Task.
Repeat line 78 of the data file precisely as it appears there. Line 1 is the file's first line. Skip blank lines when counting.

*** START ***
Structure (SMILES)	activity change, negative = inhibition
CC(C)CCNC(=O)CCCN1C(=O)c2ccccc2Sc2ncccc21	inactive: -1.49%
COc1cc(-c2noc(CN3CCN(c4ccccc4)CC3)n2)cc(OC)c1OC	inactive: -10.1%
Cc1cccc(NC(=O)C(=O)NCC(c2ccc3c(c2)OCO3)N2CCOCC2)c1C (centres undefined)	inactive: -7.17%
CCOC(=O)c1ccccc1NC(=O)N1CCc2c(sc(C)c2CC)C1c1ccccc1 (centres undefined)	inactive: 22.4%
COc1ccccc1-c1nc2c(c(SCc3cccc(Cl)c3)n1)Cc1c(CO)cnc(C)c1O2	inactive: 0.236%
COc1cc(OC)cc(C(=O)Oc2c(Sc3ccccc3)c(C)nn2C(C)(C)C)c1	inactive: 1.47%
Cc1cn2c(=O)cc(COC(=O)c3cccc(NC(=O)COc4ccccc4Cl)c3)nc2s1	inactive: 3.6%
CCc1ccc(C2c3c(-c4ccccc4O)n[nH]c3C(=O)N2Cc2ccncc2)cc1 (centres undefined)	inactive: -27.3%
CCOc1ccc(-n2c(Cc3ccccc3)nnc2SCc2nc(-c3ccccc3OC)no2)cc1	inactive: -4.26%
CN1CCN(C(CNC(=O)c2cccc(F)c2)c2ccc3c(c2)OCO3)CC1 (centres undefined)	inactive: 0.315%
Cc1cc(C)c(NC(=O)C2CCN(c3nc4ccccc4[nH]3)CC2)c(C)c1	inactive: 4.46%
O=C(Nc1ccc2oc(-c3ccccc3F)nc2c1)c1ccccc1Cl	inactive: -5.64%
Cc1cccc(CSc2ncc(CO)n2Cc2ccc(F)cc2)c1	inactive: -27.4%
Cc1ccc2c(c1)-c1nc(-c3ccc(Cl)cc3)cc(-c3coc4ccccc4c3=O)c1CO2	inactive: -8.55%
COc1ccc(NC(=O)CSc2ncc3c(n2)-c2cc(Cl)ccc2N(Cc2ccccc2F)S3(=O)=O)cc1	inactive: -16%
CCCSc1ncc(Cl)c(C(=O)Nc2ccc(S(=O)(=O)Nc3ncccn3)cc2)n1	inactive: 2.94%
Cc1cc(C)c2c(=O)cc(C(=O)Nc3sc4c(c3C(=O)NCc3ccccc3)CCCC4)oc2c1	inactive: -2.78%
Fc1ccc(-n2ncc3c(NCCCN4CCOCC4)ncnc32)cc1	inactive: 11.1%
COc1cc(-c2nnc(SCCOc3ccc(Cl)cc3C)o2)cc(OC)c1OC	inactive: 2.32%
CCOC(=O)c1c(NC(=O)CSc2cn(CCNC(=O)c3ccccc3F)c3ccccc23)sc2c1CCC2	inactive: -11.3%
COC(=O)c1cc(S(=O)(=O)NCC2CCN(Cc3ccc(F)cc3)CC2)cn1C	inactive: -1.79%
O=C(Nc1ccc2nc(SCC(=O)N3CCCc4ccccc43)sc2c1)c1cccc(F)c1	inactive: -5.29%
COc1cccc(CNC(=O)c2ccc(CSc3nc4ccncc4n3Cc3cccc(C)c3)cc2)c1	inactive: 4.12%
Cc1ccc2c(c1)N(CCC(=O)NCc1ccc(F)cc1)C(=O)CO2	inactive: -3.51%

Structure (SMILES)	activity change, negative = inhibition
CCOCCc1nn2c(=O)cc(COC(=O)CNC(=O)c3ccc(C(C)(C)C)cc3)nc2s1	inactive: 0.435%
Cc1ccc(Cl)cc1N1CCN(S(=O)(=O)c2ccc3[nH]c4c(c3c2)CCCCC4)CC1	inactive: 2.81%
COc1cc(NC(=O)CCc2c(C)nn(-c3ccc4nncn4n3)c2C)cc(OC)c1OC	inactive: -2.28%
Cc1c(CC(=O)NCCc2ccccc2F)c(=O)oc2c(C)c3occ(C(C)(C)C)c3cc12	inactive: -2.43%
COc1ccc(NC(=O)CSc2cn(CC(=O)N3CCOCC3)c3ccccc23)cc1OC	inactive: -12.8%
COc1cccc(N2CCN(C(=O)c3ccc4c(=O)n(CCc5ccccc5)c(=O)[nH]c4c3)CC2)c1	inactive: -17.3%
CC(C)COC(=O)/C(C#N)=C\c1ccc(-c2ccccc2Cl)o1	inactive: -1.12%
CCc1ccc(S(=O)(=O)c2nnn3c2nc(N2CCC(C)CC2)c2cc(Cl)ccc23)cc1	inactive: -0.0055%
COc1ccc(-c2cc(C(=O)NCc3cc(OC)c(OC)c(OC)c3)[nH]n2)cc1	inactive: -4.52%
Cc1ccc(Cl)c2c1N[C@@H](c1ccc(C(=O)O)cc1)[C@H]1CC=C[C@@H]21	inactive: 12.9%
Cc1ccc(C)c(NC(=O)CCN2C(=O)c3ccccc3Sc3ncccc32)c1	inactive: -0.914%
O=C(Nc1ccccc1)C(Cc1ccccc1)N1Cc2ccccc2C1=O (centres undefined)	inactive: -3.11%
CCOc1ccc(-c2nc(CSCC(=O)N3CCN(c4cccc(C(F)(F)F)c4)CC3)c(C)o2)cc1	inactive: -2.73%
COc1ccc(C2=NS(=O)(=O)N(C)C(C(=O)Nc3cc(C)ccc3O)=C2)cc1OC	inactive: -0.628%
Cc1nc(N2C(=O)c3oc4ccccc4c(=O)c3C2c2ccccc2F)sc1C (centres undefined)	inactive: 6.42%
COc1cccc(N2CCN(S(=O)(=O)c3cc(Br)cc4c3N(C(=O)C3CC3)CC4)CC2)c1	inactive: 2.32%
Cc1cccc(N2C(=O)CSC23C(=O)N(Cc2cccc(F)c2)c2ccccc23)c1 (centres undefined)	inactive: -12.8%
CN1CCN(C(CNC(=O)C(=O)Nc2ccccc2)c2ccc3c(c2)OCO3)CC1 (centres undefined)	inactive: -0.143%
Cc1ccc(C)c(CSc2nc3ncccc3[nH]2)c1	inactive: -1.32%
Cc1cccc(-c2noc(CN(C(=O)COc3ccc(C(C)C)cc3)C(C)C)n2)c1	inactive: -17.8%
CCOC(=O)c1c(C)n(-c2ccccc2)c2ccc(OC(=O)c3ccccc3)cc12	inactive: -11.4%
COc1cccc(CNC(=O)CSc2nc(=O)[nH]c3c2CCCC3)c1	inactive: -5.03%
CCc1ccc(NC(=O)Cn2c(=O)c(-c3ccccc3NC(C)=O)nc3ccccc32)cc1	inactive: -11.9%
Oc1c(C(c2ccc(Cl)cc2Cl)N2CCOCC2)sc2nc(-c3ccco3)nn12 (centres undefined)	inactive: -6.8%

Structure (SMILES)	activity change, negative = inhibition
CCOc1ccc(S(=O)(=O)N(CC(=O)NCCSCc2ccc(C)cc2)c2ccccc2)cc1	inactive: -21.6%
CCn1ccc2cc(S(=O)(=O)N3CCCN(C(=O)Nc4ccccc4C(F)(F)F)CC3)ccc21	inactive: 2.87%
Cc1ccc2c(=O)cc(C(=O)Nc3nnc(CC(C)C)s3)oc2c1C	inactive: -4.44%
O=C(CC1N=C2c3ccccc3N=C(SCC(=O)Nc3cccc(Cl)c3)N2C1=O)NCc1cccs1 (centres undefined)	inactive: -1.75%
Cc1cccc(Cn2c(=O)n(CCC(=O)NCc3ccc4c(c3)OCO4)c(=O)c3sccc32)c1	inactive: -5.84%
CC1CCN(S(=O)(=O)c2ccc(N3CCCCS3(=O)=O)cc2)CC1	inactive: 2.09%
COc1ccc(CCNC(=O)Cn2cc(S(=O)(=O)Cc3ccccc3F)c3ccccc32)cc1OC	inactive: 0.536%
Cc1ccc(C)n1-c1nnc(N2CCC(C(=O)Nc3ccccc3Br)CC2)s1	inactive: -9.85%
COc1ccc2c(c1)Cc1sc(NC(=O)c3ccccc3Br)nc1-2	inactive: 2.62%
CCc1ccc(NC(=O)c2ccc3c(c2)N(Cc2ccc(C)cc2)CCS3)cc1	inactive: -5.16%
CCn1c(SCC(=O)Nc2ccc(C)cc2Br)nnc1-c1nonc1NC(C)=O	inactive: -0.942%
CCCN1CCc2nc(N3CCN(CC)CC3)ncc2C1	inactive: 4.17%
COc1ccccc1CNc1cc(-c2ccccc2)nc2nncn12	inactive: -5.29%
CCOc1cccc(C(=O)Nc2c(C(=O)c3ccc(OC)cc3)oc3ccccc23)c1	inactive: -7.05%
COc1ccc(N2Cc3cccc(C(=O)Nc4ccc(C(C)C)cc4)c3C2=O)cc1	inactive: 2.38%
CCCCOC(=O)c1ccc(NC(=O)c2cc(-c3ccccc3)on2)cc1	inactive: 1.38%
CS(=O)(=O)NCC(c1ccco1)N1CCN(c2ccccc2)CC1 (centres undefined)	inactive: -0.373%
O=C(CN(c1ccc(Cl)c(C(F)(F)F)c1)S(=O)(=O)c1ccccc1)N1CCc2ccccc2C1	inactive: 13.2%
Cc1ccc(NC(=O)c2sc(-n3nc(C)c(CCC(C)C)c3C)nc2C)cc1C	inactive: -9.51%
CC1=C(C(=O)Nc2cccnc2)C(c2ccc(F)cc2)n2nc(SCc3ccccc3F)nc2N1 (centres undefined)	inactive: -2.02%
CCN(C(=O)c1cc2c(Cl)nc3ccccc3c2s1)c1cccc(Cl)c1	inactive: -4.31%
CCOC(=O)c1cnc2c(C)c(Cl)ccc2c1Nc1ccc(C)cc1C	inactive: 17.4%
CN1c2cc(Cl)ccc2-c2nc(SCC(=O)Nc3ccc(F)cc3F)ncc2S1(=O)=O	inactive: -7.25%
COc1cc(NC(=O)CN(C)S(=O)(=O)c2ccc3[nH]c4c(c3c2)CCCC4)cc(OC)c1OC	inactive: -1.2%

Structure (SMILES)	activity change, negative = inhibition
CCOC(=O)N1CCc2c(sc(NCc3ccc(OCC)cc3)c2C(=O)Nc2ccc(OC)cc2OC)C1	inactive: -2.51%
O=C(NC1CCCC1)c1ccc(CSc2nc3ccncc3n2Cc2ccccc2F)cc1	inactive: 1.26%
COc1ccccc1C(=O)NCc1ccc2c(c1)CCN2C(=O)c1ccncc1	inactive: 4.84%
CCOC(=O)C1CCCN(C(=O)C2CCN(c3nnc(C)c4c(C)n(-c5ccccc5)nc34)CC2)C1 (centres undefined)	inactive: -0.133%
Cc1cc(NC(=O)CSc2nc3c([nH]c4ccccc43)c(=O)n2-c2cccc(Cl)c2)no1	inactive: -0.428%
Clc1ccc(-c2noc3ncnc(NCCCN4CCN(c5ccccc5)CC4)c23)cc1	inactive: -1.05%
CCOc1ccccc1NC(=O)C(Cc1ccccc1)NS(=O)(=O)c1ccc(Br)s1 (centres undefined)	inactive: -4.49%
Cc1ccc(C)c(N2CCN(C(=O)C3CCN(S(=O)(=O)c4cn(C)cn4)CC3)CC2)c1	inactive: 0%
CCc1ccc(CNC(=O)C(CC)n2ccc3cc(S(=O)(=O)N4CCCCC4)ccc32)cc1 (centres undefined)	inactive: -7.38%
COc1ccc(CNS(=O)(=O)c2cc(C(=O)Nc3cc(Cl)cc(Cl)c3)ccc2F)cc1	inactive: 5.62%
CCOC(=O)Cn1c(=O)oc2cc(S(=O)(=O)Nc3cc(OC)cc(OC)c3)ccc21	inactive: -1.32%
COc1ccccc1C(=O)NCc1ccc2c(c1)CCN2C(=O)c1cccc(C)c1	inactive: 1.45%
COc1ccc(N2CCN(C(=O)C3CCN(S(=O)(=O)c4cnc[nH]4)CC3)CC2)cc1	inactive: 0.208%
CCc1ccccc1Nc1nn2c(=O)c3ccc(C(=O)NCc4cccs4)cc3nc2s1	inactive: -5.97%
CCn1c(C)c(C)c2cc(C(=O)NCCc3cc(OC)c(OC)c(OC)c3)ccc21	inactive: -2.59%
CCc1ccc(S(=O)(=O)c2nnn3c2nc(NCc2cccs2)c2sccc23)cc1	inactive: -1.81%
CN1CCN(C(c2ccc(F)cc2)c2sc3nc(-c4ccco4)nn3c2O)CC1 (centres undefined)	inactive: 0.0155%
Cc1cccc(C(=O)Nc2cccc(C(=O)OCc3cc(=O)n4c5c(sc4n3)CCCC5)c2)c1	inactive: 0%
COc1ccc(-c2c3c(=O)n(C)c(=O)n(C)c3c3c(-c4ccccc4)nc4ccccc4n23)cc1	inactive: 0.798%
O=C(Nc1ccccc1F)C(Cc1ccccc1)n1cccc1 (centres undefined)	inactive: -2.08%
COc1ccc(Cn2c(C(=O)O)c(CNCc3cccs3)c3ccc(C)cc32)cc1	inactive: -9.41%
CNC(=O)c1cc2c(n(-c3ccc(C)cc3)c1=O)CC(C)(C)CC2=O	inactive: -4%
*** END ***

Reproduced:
O=C(NC1CCCC1)c1ccc(CSc2nc3ccncc3n2Cc2ccccc2F)cc1	inactive: 1.26%